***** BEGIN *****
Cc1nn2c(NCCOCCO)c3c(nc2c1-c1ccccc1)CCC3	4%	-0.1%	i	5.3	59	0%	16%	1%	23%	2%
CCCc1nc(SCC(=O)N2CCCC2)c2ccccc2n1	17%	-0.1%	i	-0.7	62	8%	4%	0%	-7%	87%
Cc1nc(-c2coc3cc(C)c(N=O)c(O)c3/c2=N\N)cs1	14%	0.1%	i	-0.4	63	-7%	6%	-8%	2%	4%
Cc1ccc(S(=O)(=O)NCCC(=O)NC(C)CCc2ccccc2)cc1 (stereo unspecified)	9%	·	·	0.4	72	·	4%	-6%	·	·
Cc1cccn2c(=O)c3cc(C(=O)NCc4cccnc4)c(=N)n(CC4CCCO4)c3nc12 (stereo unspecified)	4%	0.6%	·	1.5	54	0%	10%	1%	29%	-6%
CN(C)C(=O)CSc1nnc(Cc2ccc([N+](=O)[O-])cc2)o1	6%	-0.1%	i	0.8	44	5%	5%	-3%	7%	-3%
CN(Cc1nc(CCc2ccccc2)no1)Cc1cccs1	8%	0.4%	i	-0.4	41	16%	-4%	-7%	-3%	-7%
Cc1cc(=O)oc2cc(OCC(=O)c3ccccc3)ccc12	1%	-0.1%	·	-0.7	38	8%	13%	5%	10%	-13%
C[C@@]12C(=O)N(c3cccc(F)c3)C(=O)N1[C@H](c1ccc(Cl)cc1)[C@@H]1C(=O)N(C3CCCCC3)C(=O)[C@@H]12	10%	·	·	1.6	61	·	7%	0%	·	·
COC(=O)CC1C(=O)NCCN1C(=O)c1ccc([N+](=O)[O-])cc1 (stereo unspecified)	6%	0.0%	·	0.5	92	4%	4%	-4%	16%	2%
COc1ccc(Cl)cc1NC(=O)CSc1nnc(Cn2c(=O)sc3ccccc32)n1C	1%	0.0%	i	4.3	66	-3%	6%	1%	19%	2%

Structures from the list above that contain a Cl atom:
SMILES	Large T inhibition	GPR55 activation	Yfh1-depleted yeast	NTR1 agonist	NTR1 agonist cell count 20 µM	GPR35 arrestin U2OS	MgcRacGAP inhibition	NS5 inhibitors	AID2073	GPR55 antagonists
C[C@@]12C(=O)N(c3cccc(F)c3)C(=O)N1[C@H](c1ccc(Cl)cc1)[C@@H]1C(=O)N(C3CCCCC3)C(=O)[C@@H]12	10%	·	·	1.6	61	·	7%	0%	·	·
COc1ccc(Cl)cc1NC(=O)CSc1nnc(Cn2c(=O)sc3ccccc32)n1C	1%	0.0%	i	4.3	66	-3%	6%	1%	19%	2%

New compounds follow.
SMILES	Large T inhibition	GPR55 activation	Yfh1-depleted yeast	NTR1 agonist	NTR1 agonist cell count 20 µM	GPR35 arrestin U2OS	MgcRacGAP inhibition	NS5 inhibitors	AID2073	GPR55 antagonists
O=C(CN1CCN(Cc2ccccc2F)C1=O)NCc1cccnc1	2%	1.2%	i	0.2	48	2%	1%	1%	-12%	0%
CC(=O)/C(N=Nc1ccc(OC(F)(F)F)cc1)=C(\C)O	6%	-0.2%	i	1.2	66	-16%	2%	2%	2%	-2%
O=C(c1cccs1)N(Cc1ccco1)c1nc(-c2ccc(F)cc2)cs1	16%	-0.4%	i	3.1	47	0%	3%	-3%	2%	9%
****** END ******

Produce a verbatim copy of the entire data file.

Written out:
Cc1nn2c(NCCOCCO)c3c(nc2c1-c1ccccc1)CCC3	4%	-0.1%	i	5.3	59	0%	16%	1%	23%	2%
CCCc1nc(SCC(=O)N2CCCC2)c2ccccc2n1	17%	-0.1%	i	-0.7	62	8%	4%	0%	-7%	87%
Cc1nc(-c2coc3cc(C)c(N=O)c(O)c3/c2=N\N)cs1	14%	0.1%	i	-0.4	63	-7%	6%	-8%	2%	4%
Cc1ccc(S(=O)(=O)NCCC(=O)NC(C)CCc2ccccc2)cc1 (stereo unspecified)	9%	·	·	0.4	72	·	4%	-6%	·	·
Cc1cccn2c(=O)c3cc(C(=O)NCc4cccnc4)c(=N)n(CC4CCCO4)c3nc12 (stereo unspecified)	4%	0.6%	·	1.5	54	0%	10%	1%	29%	-6%
CN(C)C(=O)CSc1nnc(Cc2ccc([N+](=O)[O-])cc2)o1	6%	-0.1%	i	0.8	44	5%	5%	-3%	7%	-3%
CN(Cc1nc(CCc2ccccc2)no1)Cc1cccs1	8%	0.4%	i	-0.4	41	16%	-4%	-7%	-3%	-7%
Cc1cc(=O)oc2cc(OCC(=O)c3ccccc3)ccc12	1%	-0.1%	·	-0.7	38	8%	13%	5%	10%	-13%
C[C@@]12C(=O)N(c3cccc(F)c3)C(=O)N1[C@H](c1ccc(Cl)cc1)[C@@H]1C(=O)N(C3CCCCC3)C(=O)[C@@H]12	10%	·	·	1.6	61	·	7%	0%	·	·
COC(=O)CC1C(=O)NCCN1C(=O)c1ccc([N+](=O)[O-])cc1 (stereo unspecified)	6%	0.0%	·	0.5	92	4%	4%	-4%	16%	2%
COc1ccc(Cl)cc1NC(=O)CSc1nnc(Cn2c(=O)sc3ccccc32)n1C	1%	0.0%	i	4.3	66	-3%	6%	1%	19%	2%

Structures from the list above that contain a Cl atom:
SMILES	Large T inhibition	GPR55 activation	Yfh1-depleted yeast	NTR1 agonist	NTR1 agonist cell count 20 µM	GPR35 arrestin U2OS	MgcRacGAP inhibition	NS5 inhibitors	AID2073	GPR55 antagonists
C[C@@]12C(=O)N(c3cccc(F)c3)C(=O)N1[C@H](c1ccc(Cl)cc1)[C@@H]1C(=O)N(C3CCCCC3)C(=O)[C@@H]12	10%	·	·	1.6	61	·	7%	0%	·	·
COc1ccc(Cl)cc1NC(=O)CSc1nnc(Cn2c(=O)sc3ccccc32)n1C	1%	0.0%	i	4.3	66	-3%	6%	1%	19%	2%

New compounds follow.
SMILES	Large T inhibition	GPR55 activation	Yfh1-depleted yeast	NTR1 agonist	NTR1 agonist cell count 20 µM	GPR35 arrestin U2OS	MgcRacGAP inhibition	NS5 inhibitors	AID2073	GPR55 antagonists
O=C(CN1CCN(Cc2ccccc2F)C1=O)NCc1cccnc1	2%	1.2%	i	0.2	48	2%	1%	1%	-12%	0%
CC(=O)/C(N=Nc1ccc(OC(F)(F)F)cc1)=C(\C)O	6%	-0.2%	i	1.2	66	-16%	2%	2%	2%	-2%
O=C(c1cccs1)N(Cc1ccco1)c1nc(-c2ccc(F)cc2)cs1	16%	-0.4%	i	3.1	47	0%	3%	-3%	2%	9%